Page:United States Statutes at Large Volume 65.djvu/451

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65 STAT.]

PUBLIC LAW 172—OCT. 11, 1951 RULE

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Speed to be moderate in fog, &c. (a) Every vessel, or seaplane when taxi-ing on the water, shall, in fog, mist, falling snow, heavy rainstorms or any other condition similarly restricting visibility, go at a moderate speed, having careful regard to the existing circumstances and conditions. (b) A power-driven vessel hearing, apparently forward of her beam, the fog-signal of a vessel the position of which is not ascertained, shall, so far as the circumstances of the case admit, stop her engines, and then navigate with caution until danger of collision is over. P A R T C — S T E E R I N G AND S A I L I N G RULES PRELIMINARY

1. In obeying and construing these Rules, any action taken should be positive, in ample time, and with due regard to the observance of good seamanship. 2. Risk of collision can, when circumstances permit, be ascertained by carefully watching the compass bearing of an approaching vessel. If the bearing does not appreciably change, such risk should be deemed to exist. 3. Mariners should bear in mind that seaplanes in the act of landing or taking off, or operating under adverse weather conditions, may be unable to change their intended action at the last moment. RULE 1 7

When two sailing vessels are approaching one another, so as to involve risk of collision, one of them shall keep out of the way of the other, as follows:— (a) A vessel which is running free shall keep out of the way of a vessel which is close-hauled. (b) A vessel which is close-hauled on the port tack shall keep out of the way of a vessel which is close-hauled on the starboard tack. (c) When both are running free, with the wind on different sides, the vessel which has the wind on the port side shall keep out of the way of the other. (d) When both are running free, with the wind on the same side, the vessel which is to windward shall keep out of the way of the vessel which is to leeward. (e) A vessel which has the wind aft shall keep out of the way of the other vessel. RULE 1 8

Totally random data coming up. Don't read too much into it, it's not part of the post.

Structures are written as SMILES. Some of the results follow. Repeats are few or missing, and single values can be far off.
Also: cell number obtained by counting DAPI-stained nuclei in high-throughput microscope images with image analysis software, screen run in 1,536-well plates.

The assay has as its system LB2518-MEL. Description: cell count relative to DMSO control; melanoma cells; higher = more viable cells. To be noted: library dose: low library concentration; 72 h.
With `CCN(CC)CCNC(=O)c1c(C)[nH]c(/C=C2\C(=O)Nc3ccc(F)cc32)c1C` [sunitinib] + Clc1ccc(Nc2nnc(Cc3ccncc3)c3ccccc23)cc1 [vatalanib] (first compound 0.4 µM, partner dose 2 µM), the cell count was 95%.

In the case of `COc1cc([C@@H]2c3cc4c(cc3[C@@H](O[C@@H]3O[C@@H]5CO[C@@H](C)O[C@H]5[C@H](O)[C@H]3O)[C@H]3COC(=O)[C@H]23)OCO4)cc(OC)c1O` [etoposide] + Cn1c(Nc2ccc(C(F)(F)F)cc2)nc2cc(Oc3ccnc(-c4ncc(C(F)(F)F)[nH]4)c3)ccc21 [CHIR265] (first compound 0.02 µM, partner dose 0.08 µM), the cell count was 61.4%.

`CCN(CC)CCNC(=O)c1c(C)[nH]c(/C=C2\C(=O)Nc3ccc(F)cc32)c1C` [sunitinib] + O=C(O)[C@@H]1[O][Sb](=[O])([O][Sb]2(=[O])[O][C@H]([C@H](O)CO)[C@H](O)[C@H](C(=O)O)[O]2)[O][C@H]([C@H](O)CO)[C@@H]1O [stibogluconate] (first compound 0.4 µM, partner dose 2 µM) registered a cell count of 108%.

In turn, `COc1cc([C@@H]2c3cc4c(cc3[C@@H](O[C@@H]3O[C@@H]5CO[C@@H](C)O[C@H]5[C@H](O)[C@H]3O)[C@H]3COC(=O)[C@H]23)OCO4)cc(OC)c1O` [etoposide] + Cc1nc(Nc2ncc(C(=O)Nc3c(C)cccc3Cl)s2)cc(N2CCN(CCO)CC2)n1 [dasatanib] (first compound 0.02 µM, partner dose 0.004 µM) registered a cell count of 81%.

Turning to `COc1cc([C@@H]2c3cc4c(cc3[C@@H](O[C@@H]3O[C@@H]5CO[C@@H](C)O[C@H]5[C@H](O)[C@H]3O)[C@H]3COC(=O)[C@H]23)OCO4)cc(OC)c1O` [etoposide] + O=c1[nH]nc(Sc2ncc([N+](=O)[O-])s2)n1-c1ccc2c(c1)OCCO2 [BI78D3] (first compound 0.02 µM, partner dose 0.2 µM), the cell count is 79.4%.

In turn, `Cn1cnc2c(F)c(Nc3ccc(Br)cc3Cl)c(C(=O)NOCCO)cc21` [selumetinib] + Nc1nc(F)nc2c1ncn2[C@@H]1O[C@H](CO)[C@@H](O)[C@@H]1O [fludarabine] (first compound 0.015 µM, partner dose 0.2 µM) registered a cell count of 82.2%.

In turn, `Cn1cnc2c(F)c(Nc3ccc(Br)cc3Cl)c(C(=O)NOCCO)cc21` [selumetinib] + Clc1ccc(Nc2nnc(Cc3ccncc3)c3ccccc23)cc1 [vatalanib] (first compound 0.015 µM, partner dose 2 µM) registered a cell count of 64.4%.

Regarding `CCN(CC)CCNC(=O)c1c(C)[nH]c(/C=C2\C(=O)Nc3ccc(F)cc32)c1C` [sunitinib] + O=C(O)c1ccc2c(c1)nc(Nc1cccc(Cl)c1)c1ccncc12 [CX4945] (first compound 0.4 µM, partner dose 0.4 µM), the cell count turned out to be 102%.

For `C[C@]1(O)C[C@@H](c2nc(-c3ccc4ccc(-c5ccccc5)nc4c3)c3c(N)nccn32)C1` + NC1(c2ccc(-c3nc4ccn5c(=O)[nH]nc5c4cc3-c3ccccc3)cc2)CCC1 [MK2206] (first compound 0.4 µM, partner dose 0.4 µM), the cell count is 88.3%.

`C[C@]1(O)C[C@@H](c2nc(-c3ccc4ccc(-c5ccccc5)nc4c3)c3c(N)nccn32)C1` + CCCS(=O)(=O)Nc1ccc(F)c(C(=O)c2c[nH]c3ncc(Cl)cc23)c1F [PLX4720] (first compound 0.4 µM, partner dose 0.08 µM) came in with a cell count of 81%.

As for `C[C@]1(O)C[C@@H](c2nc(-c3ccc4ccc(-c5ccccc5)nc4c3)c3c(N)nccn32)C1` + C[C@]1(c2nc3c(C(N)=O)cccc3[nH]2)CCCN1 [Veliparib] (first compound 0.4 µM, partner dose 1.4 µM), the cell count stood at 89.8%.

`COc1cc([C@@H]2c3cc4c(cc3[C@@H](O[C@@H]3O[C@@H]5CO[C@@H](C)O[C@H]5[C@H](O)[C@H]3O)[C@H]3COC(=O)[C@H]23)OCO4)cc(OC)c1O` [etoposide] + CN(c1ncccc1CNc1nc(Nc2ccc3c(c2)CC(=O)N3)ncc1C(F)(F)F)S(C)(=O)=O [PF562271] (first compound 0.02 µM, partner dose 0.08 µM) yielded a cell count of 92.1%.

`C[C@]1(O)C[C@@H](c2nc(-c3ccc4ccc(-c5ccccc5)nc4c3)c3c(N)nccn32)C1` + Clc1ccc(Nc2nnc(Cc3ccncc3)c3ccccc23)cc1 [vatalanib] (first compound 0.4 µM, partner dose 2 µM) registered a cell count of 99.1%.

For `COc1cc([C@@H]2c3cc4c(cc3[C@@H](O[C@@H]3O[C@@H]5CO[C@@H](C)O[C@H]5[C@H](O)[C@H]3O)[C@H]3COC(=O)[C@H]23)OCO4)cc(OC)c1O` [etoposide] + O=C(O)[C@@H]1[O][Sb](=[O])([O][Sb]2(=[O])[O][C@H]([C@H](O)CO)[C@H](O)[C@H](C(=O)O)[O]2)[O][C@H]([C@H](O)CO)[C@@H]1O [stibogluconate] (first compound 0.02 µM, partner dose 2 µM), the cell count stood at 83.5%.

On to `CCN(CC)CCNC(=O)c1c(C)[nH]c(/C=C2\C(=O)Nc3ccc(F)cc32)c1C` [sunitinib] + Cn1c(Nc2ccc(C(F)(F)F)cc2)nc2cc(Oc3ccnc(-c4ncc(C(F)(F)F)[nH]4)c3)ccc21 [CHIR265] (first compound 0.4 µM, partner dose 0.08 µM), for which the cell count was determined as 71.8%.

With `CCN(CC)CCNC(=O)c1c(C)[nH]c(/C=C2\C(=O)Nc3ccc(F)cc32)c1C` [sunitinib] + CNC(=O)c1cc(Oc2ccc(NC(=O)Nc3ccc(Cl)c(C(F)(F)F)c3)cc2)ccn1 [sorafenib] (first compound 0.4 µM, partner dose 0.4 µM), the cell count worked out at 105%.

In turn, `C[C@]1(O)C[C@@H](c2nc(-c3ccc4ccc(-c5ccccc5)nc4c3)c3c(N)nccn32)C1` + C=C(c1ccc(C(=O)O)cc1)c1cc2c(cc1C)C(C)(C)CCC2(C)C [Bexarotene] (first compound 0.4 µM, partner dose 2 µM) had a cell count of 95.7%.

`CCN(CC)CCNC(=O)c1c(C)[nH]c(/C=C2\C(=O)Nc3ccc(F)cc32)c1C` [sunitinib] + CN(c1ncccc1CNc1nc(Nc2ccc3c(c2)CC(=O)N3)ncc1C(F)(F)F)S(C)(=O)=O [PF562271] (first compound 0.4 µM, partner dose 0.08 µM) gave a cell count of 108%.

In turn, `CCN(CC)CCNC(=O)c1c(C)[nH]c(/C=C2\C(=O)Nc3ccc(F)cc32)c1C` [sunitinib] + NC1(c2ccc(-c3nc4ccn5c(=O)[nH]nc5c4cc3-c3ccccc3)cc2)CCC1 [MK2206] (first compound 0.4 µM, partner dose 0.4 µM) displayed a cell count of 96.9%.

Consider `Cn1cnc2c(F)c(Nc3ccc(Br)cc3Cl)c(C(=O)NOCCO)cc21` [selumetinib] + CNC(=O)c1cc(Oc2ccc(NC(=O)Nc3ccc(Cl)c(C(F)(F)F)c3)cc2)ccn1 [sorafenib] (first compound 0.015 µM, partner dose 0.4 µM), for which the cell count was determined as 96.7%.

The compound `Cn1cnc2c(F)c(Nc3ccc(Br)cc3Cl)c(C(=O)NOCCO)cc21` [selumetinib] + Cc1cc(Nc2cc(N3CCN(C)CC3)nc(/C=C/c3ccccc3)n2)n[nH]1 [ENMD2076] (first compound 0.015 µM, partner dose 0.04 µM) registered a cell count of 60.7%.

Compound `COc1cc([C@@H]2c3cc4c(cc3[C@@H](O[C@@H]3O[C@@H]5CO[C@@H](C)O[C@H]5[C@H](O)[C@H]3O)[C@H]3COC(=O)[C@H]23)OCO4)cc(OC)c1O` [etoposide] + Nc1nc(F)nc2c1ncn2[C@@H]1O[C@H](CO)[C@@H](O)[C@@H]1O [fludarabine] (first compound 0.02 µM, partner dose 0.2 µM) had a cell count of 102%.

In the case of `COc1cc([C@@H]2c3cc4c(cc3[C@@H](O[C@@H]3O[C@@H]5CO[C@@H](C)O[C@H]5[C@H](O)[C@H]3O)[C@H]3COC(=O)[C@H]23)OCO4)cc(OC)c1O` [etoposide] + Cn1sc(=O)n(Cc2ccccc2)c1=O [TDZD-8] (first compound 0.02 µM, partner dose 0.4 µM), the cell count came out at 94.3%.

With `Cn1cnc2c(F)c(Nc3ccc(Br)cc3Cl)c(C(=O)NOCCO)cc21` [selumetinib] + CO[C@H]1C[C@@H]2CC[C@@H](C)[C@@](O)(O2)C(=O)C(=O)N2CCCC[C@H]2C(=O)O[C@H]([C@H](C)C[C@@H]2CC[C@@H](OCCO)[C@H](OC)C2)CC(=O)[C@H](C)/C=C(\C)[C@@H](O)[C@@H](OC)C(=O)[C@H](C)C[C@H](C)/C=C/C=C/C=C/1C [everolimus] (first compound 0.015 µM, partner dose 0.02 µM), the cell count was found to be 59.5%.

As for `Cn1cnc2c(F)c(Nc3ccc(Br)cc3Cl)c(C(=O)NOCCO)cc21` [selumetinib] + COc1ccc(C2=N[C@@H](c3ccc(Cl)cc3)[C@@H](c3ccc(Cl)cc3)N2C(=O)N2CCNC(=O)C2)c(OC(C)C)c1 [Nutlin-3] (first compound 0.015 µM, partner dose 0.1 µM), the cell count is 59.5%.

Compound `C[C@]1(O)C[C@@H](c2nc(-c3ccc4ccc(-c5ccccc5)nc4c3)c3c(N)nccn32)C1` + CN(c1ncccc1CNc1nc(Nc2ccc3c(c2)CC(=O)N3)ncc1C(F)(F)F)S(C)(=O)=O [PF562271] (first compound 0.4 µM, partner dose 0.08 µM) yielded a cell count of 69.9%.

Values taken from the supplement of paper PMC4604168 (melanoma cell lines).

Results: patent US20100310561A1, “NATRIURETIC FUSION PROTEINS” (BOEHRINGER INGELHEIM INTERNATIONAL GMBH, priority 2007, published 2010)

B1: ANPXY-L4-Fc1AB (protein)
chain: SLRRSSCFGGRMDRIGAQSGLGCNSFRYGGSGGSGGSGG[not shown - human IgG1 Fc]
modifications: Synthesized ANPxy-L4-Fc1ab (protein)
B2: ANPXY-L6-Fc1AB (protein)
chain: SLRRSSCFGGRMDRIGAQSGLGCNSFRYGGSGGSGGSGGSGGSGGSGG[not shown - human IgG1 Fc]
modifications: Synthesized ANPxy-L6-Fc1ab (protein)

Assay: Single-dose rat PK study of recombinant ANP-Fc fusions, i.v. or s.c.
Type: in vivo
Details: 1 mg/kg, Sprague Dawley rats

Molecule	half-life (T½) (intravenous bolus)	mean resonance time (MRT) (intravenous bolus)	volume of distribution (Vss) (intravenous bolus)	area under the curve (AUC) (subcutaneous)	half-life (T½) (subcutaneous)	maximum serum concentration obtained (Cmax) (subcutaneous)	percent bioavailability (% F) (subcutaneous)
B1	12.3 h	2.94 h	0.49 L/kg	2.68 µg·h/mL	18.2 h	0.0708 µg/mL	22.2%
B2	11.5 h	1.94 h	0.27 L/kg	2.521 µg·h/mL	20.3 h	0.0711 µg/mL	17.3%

(a) When two power-driven vessels are meeting end on, or nearly end on, so as to involve risk of collision, each shall alter her course to starboard, so that each may pass on the port side of the other. This Rule only applies to cases where vessels are meeting end on, or nearly end on, in such a manner as to involve risk of collision, and does not apply to two vessels which must, if both keep on their respective courses, pass clear of each other. The only cases to which it does apply are when each of two vessels is end on, or nearly end on, to the other; in other words, to cases in which, by day, each vessel sees the masts of the other in a line, or nearly in a line, with her own; and by night, to cases in which each vessel is in such a position as to see both the sidelights of the other. I t does not apply, by day, to cases in

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